The city of Audubon stands to make some risk-free money off a wind turbine-solar energy project that will be built on city land in June.
The city will earn $18,000 a year by leasing the land on which the project will be located.
It may earn more by contracting for routine maintenance work at the project site.
And the city’s economic development authority will earn a flat $50,000 for sponsoring the $10 million project, which will be paid for by investors motivated by federal energy tax credits.
“We’re looking forward to getting it done,” said Audubon Mayor Brad Grant. “It doesn’t appear to be any risk to the city, and it will provide revenue to the city which is really needed.”
In eight years, when the federal tax credits expire, the city will have the option to buy the wind turbines and solar array, if it chooses to do so. That could generate considerably more money for the community.
Whether the city exercises its option to buy or not, at least it will have eight years of solid data to base its decision on, said Becker County Economic Development Director Guy Fischer.
At this point, “there’s no risk to the community,” he added.
“The City EDA is the sponsor, but does not own it, so there is no cost to us for building it,” said Jessica Wiedenmeyer, Audubon clerk-treasurer. The project will be built on six acres of city-owned land north of town near the wastewater pond, she said.
The project was approved by the Audubon City Council Oct. 17. It will consist of two General Electric 2.3 megawatt wind turbines with 116-meter (about 380-foot) rotors.
Together, the turbines will be able to produce 4.6 megawatts of electricity.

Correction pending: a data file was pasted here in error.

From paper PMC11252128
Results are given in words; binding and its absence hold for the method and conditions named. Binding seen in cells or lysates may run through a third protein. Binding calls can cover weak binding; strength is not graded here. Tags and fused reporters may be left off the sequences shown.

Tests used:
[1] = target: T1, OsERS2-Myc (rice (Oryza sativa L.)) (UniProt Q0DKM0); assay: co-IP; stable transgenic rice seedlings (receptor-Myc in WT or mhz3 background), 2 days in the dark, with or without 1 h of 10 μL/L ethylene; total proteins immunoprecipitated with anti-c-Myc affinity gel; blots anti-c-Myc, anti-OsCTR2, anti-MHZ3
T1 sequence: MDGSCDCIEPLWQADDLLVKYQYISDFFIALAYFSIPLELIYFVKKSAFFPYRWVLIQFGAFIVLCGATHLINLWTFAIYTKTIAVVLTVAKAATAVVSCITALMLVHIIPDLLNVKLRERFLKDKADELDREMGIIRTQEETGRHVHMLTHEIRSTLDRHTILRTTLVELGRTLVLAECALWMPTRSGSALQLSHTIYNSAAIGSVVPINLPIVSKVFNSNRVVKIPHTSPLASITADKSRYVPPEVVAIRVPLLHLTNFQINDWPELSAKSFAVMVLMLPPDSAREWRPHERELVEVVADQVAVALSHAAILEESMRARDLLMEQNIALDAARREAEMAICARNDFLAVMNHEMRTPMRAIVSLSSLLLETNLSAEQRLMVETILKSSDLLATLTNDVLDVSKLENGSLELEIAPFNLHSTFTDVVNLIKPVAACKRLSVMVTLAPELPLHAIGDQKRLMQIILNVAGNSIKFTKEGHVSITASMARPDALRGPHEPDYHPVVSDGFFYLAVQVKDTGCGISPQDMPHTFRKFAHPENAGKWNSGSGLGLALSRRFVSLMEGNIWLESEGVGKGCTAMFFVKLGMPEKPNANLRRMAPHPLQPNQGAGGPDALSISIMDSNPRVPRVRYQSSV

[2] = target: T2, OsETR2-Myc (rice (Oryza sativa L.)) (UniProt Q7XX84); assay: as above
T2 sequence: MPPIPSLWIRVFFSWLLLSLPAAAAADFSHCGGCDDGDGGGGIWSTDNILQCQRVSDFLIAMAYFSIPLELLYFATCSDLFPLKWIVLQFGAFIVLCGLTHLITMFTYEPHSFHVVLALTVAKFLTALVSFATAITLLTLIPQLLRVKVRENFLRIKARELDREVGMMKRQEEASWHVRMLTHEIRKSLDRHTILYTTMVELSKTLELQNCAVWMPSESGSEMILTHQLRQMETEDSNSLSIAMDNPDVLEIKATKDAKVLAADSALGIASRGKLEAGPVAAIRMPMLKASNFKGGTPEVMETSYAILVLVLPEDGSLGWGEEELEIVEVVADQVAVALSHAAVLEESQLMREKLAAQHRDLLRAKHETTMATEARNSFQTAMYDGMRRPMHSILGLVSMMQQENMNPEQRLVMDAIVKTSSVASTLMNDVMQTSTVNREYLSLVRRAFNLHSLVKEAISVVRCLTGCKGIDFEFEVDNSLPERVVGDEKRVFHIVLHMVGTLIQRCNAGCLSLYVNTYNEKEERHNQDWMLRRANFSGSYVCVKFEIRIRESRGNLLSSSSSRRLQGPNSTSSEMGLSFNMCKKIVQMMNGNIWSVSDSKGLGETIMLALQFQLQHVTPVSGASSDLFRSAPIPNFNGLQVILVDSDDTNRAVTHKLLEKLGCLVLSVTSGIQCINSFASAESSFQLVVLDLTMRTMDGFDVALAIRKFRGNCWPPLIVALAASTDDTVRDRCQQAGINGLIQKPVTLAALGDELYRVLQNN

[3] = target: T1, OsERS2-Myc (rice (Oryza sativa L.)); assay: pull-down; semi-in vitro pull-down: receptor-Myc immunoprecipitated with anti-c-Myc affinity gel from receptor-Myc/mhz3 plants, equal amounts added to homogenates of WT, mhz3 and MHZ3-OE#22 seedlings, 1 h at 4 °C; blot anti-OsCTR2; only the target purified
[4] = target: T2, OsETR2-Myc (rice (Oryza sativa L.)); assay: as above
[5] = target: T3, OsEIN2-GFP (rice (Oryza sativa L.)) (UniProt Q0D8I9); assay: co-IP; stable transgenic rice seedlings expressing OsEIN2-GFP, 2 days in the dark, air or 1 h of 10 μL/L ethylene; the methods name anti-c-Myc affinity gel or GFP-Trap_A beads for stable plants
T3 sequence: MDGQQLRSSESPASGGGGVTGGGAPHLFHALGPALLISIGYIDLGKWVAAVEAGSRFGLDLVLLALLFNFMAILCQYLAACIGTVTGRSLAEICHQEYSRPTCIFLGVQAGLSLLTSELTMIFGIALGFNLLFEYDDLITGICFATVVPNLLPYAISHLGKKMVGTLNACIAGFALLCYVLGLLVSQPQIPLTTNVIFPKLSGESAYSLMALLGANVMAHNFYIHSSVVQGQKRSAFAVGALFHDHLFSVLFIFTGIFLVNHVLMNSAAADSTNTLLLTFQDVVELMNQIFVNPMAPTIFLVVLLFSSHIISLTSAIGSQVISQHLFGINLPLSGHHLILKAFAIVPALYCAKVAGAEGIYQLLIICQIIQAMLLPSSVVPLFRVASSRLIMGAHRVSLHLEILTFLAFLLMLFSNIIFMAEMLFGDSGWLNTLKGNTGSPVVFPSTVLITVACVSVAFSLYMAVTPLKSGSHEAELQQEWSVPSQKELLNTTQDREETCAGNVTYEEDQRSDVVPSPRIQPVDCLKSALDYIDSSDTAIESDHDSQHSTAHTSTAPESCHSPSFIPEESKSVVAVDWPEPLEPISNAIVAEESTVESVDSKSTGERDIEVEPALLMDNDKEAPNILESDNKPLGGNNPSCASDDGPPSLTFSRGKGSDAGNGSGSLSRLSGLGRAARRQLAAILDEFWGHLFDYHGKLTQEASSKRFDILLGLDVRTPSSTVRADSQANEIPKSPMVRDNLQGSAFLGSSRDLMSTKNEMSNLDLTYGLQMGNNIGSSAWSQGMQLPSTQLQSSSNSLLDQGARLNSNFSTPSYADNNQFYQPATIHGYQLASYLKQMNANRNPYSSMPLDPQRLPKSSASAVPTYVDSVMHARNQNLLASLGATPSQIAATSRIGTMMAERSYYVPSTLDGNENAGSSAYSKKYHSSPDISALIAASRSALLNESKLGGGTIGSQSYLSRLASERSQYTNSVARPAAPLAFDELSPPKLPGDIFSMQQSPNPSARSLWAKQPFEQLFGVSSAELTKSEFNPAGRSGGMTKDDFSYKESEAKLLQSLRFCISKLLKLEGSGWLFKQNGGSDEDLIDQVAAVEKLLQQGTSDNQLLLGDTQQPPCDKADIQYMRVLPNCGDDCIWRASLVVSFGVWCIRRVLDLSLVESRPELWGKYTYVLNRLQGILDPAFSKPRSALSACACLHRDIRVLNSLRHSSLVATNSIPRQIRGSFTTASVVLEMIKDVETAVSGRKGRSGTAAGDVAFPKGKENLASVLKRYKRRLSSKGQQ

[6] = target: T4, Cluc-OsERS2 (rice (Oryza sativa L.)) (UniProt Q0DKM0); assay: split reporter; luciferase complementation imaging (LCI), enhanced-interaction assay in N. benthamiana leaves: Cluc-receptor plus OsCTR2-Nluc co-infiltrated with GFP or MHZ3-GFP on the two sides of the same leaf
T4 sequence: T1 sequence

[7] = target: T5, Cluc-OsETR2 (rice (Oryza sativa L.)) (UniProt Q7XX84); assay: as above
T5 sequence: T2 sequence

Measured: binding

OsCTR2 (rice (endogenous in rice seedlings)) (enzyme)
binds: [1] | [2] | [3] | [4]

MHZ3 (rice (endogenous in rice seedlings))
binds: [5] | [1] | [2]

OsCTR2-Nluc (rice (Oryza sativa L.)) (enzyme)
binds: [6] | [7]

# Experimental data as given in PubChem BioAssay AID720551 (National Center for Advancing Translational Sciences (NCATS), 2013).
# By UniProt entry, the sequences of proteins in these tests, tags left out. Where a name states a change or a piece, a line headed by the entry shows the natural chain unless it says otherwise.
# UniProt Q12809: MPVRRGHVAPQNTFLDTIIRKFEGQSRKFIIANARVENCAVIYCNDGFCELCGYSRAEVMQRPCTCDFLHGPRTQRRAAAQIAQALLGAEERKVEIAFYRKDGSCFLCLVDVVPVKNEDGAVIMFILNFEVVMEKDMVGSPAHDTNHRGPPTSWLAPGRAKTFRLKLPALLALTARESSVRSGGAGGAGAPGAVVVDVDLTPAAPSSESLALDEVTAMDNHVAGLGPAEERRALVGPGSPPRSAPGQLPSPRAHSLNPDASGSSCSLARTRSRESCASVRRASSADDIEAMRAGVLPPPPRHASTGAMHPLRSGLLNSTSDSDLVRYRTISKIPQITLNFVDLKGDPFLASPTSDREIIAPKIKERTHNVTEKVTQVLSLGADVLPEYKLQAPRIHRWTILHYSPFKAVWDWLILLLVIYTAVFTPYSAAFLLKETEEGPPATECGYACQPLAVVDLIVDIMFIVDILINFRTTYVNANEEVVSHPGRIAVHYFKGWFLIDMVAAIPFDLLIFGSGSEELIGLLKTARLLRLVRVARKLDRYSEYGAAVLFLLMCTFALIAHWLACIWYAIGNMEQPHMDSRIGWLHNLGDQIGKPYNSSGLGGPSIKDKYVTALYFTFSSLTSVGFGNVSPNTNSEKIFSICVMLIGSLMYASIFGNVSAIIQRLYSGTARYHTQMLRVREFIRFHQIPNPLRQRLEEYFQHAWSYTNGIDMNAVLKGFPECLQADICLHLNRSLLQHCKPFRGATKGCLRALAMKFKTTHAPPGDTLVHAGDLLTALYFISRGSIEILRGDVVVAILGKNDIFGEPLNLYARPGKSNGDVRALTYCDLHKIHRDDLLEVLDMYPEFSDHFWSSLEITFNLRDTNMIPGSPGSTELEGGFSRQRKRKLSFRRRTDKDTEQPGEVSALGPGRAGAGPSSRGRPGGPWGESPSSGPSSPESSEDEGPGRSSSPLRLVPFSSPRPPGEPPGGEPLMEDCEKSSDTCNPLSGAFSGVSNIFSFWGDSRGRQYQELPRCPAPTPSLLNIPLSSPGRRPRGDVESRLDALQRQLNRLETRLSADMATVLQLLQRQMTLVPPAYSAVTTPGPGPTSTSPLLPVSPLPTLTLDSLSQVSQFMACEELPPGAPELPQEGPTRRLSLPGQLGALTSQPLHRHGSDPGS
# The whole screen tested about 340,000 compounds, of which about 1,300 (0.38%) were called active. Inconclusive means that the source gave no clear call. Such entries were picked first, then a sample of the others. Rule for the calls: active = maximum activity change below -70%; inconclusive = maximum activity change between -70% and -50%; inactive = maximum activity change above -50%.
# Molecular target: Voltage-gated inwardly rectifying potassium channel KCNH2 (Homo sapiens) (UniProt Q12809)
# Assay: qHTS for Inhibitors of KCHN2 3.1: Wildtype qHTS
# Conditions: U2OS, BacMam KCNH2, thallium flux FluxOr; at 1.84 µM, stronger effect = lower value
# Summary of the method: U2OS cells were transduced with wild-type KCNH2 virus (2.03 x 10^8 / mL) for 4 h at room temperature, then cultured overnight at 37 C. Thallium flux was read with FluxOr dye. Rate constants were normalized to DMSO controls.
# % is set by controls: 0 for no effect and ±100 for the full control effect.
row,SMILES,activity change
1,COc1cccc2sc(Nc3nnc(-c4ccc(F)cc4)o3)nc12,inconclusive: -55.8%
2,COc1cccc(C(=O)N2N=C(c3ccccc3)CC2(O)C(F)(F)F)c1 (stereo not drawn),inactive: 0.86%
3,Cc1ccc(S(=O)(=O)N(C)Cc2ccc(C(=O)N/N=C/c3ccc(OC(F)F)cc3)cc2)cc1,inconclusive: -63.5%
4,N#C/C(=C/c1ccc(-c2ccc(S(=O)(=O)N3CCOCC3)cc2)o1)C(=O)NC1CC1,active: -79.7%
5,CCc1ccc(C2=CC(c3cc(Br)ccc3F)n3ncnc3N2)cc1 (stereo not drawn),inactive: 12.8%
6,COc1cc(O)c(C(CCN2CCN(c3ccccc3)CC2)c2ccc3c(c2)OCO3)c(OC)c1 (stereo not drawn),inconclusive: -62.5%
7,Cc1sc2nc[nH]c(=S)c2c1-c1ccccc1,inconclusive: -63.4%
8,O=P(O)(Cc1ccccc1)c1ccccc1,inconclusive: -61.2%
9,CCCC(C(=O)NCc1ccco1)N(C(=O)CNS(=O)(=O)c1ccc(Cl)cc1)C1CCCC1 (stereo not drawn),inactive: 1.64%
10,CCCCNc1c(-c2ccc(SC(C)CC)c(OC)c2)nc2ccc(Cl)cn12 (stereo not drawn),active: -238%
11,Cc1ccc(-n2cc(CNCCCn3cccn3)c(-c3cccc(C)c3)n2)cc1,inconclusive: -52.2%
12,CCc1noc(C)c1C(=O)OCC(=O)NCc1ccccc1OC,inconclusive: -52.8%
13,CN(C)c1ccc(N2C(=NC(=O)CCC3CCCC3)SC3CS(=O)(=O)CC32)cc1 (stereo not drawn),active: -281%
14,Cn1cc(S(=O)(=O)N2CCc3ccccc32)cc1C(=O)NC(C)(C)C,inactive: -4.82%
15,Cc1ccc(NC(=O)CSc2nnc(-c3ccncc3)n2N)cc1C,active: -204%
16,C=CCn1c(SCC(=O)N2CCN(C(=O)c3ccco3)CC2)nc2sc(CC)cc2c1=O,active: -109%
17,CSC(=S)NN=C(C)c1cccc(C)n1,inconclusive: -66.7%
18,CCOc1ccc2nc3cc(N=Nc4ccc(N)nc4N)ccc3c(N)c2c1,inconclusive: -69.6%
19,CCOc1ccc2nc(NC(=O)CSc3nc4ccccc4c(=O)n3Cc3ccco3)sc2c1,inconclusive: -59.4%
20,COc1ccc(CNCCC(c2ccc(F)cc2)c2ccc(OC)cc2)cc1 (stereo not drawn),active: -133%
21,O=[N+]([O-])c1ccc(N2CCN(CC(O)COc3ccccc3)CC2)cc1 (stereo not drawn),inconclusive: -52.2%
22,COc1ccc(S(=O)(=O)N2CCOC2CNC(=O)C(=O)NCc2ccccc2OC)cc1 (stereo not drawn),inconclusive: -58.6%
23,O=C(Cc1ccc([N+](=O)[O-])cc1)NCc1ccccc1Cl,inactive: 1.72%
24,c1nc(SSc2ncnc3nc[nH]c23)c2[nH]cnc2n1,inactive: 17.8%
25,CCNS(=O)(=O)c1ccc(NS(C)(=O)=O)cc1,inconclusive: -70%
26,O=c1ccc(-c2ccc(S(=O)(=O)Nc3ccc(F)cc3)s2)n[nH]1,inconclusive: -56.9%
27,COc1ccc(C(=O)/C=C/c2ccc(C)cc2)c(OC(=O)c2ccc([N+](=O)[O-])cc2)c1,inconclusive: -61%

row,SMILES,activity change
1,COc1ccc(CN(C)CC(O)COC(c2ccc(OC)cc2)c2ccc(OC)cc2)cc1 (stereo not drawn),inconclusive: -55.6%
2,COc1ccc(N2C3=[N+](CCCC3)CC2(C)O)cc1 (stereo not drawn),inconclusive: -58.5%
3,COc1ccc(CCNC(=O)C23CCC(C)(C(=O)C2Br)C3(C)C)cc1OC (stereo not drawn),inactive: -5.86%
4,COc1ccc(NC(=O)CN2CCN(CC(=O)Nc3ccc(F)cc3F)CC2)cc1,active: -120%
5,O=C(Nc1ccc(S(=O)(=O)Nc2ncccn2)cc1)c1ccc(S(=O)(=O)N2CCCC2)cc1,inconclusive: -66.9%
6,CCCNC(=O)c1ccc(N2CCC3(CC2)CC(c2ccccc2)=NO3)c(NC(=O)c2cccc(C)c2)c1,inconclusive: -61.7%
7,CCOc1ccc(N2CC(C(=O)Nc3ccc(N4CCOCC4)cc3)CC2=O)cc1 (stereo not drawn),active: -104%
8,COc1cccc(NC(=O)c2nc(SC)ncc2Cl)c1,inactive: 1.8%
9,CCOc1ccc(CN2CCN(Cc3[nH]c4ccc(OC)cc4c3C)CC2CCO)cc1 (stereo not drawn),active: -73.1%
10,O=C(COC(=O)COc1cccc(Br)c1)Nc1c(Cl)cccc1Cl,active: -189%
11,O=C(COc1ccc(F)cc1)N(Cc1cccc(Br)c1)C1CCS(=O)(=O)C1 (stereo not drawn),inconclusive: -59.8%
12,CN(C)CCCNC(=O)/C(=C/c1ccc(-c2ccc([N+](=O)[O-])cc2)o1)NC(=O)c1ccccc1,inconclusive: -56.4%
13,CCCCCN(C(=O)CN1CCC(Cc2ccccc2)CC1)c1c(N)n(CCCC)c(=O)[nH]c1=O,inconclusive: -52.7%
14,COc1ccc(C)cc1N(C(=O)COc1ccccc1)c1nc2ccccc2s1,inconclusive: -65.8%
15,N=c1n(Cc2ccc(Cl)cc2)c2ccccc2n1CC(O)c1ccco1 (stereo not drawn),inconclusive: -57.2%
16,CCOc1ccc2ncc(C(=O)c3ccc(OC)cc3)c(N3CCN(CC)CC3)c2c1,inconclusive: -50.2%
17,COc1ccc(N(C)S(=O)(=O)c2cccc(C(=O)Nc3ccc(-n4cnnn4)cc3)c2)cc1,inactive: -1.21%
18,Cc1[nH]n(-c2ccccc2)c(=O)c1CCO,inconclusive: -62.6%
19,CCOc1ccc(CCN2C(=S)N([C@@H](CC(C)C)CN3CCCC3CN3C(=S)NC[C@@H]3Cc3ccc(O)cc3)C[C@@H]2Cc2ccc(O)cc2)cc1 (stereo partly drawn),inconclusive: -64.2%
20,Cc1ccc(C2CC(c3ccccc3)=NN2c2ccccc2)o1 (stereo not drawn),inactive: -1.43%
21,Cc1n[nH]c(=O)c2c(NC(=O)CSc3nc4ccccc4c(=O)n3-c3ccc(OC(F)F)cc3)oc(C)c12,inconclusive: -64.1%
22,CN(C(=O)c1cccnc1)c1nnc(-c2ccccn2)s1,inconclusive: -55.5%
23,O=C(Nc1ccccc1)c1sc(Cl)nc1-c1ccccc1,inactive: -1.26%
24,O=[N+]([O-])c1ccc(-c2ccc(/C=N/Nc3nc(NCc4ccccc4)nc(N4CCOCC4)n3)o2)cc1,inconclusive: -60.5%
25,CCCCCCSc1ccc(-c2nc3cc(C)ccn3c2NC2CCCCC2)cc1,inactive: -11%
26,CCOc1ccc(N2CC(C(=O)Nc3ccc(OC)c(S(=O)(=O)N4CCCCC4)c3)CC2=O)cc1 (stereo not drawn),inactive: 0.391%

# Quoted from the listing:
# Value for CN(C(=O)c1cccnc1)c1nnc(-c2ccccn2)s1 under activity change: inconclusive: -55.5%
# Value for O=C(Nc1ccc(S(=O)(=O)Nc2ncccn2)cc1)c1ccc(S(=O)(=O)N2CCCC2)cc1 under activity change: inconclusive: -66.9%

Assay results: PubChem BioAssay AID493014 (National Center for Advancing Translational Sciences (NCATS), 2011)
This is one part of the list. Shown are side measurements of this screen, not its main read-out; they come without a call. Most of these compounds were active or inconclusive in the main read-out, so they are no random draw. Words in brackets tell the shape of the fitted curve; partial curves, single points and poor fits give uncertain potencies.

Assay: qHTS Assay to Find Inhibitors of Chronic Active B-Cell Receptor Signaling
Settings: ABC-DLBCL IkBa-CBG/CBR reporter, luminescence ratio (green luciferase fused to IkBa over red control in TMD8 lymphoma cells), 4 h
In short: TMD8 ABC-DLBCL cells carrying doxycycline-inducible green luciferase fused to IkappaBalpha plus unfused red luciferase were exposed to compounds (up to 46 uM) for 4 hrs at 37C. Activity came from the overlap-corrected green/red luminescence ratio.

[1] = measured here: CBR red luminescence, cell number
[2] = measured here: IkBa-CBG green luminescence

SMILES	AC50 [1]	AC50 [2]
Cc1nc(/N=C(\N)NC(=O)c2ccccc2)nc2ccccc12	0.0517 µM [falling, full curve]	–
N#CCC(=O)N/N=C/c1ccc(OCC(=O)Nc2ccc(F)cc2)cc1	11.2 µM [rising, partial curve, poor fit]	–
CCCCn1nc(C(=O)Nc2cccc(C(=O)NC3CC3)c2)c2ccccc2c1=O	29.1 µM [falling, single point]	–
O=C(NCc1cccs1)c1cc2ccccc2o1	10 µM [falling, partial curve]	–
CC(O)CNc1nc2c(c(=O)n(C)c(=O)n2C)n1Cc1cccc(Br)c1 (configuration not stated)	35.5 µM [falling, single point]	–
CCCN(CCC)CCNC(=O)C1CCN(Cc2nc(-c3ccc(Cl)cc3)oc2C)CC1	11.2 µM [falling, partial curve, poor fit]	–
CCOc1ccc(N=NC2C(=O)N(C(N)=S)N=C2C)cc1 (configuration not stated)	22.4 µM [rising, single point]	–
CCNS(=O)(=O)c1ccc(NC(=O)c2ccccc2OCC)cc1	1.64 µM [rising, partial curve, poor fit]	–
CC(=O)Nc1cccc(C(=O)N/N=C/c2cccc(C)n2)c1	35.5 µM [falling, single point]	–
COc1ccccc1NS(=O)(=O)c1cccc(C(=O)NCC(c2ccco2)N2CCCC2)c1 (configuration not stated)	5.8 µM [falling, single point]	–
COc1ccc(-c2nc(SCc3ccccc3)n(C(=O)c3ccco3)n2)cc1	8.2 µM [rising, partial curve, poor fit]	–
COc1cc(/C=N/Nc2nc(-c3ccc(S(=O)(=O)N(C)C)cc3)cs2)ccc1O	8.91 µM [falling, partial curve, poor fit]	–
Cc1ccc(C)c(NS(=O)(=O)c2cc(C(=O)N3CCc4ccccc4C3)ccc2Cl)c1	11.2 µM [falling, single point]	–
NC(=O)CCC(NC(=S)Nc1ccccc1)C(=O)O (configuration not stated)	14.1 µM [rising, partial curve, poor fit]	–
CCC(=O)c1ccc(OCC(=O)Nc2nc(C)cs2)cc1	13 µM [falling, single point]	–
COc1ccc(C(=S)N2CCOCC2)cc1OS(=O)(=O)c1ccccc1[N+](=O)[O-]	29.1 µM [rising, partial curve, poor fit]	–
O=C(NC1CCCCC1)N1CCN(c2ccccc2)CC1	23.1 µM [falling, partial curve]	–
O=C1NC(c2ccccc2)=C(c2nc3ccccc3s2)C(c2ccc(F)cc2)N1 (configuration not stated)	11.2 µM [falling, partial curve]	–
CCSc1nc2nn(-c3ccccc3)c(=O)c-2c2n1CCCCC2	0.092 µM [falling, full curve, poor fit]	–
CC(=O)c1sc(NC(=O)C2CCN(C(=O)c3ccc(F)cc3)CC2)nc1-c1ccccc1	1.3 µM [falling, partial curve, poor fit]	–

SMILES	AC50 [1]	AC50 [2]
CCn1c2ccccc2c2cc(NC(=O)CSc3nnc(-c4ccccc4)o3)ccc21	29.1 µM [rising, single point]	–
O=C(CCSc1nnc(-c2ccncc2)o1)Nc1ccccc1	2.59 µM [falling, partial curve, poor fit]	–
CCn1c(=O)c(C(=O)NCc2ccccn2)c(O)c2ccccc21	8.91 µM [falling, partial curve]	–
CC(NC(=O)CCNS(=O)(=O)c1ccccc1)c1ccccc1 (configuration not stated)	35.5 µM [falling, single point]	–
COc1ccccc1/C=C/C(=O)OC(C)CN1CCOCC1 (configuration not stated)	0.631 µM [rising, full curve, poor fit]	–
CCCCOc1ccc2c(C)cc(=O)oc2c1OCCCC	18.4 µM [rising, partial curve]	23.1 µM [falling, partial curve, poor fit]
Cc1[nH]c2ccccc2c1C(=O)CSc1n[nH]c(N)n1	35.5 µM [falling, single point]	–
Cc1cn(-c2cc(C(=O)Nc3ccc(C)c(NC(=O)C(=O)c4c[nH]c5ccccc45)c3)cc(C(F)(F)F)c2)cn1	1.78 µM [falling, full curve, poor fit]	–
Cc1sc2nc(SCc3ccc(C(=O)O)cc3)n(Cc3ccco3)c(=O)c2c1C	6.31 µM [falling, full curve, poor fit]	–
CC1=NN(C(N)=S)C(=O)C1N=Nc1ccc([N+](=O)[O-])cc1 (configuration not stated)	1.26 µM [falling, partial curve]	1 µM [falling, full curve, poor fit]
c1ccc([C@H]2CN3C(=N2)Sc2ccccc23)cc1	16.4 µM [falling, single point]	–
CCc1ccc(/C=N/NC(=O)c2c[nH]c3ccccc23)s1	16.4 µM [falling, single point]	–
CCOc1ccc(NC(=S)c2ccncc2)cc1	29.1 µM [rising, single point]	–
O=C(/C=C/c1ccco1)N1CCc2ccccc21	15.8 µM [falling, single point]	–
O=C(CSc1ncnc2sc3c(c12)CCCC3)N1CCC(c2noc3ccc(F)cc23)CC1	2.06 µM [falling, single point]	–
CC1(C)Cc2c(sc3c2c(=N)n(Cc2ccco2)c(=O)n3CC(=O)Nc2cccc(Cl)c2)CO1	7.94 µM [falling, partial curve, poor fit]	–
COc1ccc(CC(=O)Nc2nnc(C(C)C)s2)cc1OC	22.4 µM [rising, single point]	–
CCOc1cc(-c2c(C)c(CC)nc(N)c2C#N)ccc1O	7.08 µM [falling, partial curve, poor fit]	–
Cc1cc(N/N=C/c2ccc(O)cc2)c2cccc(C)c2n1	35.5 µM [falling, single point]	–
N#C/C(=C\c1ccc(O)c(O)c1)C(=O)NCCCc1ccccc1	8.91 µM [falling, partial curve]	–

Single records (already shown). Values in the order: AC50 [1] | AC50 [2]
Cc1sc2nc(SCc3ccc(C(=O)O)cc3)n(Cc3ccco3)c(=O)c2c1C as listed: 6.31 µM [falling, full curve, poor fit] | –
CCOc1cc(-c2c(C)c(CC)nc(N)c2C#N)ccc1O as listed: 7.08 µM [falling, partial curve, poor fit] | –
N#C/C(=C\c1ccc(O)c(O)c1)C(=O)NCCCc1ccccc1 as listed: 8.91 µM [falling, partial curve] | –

Add another 1 megawatt produced by the solar panels, and the total system will be able to produce up to 5 megawatts of power.
The city of Frazee, which was also offered the chance to participate in a similar wind turbine-solar energy project, “has not yet made a commitment to the program,” said Frazee City Administrator Denise Anderson.
The project as originally proposed carried more risk, and potentially greater rewards, and proved controversial in Frazee.
The city does not have as much available land as Lake Park, and would only be able to sponsor one wind turbine and solar panels at its proposed site, she said.
The Frazee City Council is still considering the idea, but has taken no action at this point, she said.
The projects are designed to be economic development initiatives in smaller cities, Fischer said.
“They (city leaders) have a vision for their communities,” Fischer said. “That’s just great. Audubon has done very well by this, and other communities could tap into this as well.”
A local manufacturer may get involved in manufacturing some of the turbine parts, and that could start a virtuous cycle, he said.
“There’s a potential there down the road for other technology, such as storage technology,” he said.
Juhl Energy of Woodstock, Minn., is spearheading the project. The sustainable energy project involves selling the energy to a power company such as Otter Tail Power.
Private power producers in Minnesota are under state mandate to generate a certain percentage of their power from renewables like wind and solar.
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